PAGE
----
Dementia: working together

Dementia - image by Andy Pearsall

Dementia Action Week, 21st-27th May 2018

Nobody is immune to developing dementia in any of its many forms, indeed one in three of us born today will develop dementia in their lifetime (AS 2017; Lewis 2015). We probably all know someone that has been affected by dementia; if not within our own private or working lives we are exposed to frequent media broadcasts of well-known folk that have been affected- only this week it was announced that the actor Barbara Windsor is living with Alzheimer’s disease.

Dementia is considered to be one of the key Public Health priorities across the UK with dementia strategies, policies and action plans now published and ‘out there’. There is now a detectable shift to action and with Dementia Action Week coming up on 21st-27th May #DAW2018 there is a definite change of focus from dementia ‘awareness’ to ‘action’.

Moreover, in February this year our own Dementia Action Plan for Wales was published which is hoped will positively impact the estimated 45,000 people living with Dementia in Wales (AS 2015).

Of course, action can take many forms - indeed awareness raising and education in itself is a form of action and is clearly outlined within the Wales Action Plan which sets outs to increase the number of people who are able to recognise dementia through awareness raising initiatives for example, Dementia Friends and also that appropriate levels of dementia care training is available to NHS healthcare staff in line with Good Work: A Dementia Learning and Development Framework for Wales.

Both these key drivers talk about the importance of involving key stakeholders - that is, people with the lived experience of dementia and their supporters - in the development and delivery of such education and training - which was also the premise of these publications. In other words, co-production, which is important in improving the quality of service or care.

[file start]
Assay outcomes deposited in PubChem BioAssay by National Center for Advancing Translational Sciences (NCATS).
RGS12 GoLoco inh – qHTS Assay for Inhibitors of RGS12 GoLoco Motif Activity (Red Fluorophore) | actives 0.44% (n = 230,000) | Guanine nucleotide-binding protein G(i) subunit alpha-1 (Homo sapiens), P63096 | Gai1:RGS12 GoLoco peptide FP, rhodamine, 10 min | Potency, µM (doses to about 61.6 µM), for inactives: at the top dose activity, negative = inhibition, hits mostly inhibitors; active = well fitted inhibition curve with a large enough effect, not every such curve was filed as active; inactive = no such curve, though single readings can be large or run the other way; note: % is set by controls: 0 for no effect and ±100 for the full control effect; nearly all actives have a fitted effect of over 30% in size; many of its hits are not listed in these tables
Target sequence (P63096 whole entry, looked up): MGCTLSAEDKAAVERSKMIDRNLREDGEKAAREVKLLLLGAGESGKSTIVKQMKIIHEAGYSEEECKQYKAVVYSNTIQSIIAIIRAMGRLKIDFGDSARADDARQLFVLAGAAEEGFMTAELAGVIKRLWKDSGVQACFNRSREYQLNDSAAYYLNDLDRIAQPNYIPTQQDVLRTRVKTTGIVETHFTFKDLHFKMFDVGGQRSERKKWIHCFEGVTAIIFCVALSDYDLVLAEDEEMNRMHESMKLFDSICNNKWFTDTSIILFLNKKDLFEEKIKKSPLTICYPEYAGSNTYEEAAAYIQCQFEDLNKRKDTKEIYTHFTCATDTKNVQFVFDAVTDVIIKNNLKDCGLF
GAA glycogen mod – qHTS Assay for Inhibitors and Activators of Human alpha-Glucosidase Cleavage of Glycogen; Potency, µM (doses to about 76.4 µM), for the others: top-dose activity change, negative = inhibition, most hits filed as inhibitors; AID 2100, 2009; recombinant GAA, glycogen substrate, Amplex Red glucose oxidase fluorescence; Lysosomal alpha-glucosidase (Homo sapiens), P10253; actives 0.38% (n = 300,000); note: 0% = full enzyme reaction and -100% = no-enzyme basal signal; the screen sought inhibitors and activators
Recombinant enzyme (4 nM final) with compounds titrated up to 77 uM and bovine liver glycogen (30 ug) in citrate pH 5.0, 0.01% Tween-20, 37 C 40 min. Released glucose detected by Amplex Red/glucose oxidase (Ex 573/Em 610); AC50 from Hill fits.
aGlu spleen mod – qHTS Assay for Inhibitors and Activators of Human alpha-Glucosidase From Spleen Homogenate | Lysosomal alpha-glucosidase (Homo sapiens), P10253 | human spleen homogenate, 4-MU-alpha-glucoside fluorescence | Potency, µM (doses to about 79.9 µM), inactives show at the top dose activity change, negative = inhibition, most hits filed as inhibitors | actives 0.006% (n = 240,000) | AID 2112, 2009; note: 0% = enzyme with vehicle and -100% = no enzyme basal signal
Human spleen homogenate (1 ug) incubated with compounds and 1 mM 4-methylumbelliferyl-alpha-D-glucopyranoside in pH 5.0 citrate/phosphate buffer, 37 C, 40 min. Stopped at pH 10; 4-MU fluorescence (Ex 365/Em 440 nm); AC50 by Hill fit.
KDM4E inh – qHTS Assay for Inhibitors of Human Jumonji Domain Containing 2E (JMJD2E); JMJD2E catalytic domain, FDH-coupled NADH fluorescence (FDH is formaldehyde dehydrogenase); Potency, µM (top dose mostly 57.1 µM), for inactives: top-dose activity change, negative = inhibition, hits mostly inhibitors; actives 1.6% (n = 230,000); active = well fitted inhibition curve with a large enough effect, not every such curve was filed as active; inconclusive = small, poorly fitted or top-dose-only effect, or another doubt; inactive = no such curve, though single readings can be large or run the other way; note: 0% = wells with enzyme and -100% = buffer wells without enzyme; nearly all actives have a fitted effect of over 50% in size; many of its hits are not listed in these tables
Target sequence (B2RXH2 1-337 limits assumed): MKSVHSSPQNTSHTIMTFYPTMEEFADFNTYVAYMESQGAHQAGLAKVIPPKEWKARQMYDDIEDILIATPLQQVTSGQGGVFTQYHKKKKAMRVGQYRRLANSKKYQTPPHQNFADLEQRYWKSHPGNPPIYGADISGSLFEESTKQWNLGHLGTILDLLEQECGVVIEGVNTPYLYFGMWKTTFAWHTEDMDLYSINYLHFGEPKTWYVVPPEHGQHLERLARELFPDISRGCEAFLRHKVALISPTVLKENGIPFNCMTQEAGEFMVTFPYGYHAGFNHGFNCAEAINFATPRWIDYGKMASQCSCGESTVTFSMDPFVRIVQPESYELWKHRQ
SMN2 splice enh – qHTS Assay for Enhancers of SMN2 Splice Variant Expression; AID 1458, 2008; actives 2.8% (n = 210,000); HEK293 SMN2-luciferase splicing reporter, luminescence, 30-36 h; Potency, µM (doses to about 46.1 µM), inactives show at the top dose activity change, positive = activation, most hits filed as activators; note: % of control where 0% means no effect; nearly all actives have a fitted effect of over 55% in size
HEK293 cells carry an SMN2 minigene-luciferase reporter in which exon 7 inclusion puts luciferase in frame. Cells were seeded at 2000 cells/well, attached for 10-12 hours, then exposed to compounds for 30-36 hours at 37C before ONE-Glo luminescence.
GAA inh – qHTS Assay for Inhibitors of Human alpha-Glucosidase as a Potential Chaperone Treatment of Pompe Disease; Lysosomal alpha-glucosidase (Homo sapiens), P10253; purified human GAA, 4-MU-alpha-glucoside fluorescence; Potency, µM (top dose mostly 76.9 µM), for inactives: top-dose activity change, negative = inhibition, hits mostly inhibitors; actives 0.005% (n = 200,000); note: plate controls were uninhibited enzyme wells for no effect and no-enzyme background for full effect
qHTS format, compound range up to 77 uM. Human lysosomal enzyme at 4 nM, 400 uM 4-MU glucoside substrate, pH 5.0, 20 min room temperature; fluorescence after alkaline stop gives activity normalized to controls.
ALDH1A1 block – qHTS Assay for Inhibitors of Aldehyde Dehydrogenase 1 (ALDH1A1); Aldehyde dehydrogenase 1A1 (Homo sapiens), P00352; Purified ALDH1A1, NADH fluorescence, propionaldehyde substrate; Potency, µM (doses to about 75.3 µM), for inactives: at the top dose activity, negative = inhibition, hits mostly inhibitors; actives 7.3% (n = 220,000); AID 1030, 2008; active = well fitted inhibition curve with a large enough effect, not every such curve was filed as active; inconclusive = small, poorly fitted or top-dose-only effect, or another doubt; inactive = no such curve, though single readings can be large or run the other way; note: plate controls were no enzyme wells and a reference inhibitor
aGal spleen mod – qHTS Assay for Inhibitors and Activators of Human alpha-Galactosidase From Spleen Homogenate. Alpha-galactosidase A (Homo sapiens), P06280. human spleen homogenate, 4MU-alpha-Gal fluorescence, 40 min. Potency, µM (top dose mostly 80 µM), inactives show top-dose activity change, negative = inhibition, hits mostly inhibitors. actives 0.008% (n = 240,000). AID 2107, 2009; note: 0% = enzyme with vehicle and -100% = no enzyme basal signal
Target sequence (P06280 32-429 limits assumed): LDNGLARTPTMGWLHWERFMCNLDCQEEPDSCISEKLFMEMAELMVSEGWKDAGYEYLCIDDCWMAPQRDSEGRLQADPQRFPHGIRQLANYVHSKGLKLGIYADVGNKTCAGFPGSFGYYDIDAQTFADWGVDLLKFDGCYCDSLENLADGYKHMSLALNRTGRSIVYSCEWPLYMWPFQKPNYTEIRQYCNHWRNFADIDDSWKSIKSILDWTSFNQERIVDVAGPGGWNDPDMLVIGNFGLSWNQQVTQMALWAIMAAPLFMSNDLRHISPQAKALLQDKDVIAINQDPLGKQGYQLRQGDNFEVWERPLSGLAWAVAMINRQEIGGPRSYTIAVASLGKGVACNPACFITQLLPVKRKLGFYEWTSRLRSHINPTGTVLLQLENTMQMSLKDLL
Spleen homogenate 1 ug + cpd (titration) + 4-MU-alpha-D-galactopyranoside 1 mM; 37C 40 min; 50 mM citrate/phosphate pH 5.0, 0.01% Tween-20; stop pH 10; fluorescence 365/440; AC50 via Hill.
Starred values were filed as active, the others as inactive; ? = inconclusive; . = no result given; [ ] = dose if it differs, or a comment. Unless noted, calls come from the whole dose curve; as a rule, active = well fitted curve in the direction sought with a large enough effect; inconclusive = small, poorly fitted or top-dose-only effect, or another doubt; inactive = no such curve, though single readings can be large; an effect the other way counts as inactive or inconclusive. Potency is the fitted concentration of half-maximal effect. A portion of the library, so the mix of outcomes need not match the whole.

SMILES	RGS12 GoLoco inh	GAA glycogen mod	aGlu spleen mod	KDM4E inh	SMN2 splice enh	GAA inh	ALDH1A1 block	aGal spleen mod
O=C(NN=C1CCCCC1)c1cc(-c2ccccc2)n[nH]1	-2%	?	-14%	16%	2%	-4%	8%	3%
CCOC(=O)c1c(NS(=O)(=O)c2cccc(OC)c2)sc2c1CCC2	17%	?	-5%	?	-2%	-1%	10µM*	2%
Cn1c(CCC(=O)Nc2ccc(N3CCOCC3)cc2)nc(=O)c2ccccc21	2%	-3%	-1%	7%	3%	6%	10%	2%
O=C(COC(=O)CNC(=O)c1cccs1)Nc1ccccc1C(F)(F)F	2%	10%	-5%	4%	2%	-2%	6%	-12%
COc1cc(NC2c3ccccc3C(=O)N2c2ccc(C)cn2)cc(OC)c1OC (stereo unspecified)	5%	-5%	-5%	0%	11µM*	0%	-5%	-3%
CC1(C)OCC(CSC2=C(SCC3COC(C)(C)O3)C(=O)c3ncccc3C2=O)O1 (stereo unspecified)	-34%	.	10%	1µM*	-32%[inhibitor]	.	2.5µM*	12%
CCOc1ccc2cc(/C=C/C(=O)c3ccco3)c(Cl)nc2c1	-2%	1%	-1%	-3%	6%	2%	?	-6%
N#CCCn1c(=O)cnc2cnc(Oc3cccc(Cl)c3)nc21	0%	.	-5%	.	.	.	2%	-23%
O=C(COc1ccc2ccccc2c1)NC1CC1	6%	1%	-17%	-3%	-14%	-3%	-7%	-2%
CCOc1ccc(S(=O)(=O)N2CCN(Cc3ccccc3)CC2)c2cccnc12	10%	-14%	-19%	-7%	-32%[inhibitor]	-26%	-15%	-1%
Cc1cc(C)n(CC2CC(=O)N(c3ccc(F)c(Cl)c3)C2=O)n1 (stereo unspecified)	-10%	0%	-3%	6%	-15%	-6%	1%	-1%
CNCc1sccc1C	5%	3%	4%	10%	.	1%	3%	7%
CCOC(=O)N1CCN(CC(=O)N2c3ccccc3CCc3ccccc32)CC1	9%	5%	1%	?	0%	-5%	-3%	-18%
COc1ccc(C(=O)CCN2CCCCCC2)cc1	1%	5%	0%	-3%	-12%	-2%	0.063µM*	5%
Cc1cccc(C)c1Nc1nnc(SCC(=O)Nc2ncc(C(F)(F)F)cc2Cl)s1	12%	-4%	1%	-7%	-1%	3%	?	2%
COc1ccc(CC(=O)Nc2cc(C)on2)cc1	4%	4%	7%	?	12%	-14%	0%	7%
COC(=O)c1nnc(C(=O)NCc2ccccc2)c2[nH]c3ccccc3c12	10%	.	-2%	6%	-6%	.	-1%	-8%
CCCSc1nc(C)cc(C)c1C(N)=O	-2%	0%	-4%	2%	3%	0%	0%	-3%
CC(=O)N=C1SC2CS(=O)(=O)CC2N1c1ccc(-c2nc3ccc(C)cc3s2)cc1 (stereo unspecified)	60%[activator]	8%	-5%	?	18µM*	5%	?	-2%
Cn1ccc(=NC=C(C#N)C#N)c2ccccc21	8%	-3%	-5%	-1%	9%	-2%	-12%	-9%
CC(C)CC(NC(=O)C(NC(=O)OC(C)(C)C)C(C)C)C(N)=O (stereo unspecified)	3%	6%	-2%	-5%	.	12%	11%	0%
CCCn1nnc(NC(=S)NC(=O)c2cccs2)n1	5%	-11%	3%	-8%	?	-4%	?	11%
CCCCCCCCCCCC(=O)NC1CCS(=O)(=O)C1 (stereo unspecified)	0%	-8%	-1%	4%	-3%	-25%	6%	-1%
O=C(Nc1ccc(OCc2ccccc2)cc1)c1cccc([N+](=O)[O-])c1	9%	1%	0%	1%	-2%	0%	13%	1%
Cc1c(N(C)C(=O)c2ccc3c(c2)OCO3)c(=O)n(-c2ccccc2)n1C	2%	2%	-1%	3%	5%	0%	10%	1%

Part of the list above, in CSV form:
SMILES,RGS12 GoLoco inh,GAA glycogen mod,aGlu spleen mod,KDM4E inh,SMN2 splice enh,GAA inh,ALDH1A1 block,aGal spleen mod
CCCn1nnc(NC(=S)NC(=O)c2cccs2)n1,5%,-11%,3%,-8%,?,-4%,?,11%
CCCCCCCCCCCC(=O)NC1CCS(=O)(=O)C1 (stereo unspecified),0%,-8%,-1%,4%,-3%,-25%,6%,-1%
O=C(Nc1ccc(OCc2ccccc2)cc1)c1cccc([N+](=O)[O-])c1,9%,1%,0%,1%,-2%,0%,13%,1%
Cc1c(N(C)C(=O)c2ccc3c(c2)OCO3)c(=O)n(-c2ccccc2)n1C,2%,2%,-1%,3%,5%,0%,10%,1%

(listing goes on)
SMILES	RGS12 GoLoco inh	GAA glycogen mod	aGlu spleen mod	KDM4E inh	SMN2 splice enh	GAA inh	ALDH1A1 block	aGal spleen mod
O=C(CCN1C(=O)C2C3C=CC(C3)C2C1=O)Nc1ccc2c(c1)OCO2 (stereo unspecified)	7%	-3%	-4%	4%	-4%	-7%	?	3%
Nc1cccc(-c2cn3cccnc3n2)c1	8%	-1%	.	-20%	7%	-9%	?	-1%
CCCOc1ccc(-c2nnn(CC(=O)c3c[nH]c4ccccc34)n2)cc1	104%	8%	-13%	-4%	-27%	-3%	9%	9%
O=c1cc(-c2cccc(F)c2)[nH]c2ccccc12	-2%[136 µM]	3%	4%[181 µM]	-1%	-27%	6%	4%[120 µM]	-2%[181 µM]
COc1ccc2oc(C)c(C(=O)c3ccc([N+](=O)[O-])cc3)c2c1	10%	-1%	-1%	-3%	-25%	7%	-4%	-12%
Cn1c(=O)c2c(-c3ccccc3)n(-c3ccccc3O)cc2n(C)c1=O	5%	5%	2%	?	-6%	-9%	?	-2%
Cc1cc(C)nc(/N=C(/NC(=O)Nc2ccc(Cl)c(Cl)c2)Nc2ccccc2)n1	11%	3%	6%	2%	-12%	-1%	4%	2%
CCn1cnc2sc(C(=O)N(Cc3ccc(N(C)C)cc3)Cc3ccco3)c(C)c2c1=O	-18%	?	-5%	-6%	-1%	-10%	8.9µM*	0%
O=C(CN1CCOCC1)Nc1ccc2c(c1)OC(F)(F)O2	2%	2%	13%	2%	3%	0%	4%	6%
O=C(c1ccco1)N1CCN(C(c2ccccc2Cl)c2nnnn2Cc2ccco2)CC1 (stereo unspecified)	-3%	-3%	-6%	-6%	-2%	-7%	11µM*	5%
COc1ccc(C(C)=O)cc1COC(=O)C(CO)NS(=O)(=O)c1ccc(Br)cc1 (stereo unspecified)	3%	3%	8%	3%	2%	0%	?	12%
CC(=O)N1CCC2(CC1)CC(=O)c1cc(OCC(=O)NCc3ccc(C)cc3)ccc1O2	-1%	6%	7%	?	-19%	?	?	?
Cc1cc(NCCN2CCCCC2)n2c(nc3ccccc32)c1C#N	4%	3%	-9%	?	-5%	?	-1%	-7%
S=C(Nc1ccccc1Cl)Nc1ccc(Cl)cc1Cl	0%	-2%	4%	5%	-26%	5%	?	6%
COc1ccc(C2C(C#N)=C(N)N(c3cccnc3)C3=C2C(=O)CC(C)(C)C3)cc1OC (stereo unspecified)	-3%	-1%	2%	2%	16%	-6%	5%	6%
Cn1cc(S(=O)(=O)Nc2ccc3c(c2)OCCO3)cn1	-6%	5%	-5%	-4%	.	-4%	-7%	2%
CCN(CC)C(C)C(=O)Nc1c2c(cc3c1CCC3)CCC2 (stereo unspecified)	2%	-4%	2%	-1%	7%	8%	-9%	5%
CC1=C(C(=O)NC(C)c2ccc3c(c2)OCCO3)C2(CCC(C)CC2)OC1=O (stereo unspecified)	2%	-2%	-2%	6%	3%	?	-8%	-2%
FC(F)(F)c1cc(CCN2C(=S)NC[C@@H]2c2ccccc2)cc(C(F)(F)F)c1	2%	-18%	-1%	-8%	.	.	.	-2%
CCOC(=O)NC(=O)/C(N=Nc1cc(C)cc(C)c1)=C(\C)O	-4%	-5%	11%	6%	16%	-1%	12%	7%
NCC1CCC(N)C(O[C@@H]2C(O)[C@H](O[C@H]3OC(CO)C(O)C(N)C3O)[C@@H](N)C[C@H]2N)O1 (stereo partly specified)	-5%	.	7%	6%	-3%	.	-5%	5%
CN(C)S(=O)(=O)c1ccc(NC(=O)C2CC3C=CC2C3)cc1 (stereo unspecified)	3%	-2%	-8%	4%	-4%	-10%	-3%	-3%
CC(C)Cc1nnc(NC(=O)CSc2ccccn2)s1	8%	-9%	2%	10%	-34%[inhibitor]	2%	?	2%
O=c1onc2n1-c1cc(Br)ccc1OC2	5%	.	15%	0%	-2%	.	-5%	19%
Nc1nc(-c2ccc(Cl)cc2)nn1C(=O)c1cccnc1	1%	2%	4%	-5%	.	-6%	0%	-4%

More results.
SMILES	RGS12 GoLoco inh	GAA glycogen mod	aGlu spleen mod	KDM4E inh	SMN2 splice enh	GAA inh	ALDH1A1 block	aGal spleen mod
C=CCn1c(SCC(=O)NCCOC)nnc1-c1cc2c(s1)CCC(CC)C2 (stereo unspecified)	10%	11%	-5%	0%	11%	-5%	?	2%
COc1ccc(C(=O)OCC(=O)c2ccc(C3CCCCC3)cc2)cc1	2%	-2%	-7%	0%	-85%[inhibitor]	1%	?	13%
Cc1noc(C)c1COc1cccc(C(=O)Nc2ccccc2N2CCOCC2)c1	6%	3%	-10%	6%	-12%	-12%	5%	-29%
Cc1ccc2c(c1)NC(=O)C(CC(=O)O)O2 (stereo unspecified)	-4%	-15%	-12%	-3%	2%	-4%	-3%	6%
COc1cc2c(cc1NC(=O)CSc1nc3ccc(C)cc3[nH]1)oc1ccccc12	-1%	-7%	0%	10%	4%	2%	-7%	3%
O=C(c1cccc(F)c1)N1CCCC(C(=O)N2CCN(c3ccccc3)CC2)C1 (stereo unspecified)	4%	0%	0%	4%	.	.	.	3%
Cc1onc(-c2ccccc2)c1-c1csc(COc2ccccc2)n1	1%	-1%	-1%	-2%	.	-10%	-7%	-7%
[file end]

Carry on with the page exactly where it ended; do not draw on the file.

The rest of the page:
With the awaited publication of the new NMC Standards for Education and Training expected next week, it is anticipated that ‘service-user’ engagement and involvement in undergraduate nurse training will be strengthened as a key feature of curriculum or programme design and development. This surely then provides a real opportunity for early collaborative working with people with lived experience of dementia, with the aim of changing perceptions and shifting attitudes. We need to be sat around the table together at the early stages of the process.

There are areas of good practice within Higher Education across the UK and links have been made with the national Higher Education Dementia Network (HEDN) where good practice around dementia education can be shared. In Wales, at the University of South Wales, all undergraduate Nursing and Midwifery students become Dementia Friends before embarking on first clinical placement; at Cardiff University people with dementia are actively contributing to the curriculum and taught sessions.

There is, of course, much work to be done and we need to find innovative ways of always ensuring the presence of and listening to the voices of people with dementia.
In the words of the Dementia Engagement and Empowerment Network (DEEP) "Nothing about us without ALL of us".

Author: Karyn Davies

Karyn Davies is a senior lecturer with the Mental Health Nursing Team. She has worked in a range of settings including wards, community and day services, been a Care Home Nurse Inspector with Care and Social Services Inspectorate Wales and currently maintains a Clinical Reviewer role with Health Inspectorate Wales.



  • Alzheimer’s Society, What is Dementia? London, Alzheimer’s Society, (Last accessed 10/05/18)
  • Social Care Wales (2016) Good Work- A Dementia Learning and Development Framework for Wales.  (Last accessed 10/05/18)
  • Lewis F (2015) Estimation of future cases of dementia from those born in 2015. Consultation report for Alzheimer’s Research UK
  • Welsh Government (2018) Dementia Action Plan for Wales 2018-2022 Taking Wales Forward. Welsh Government.
Image by Andrew Pearsall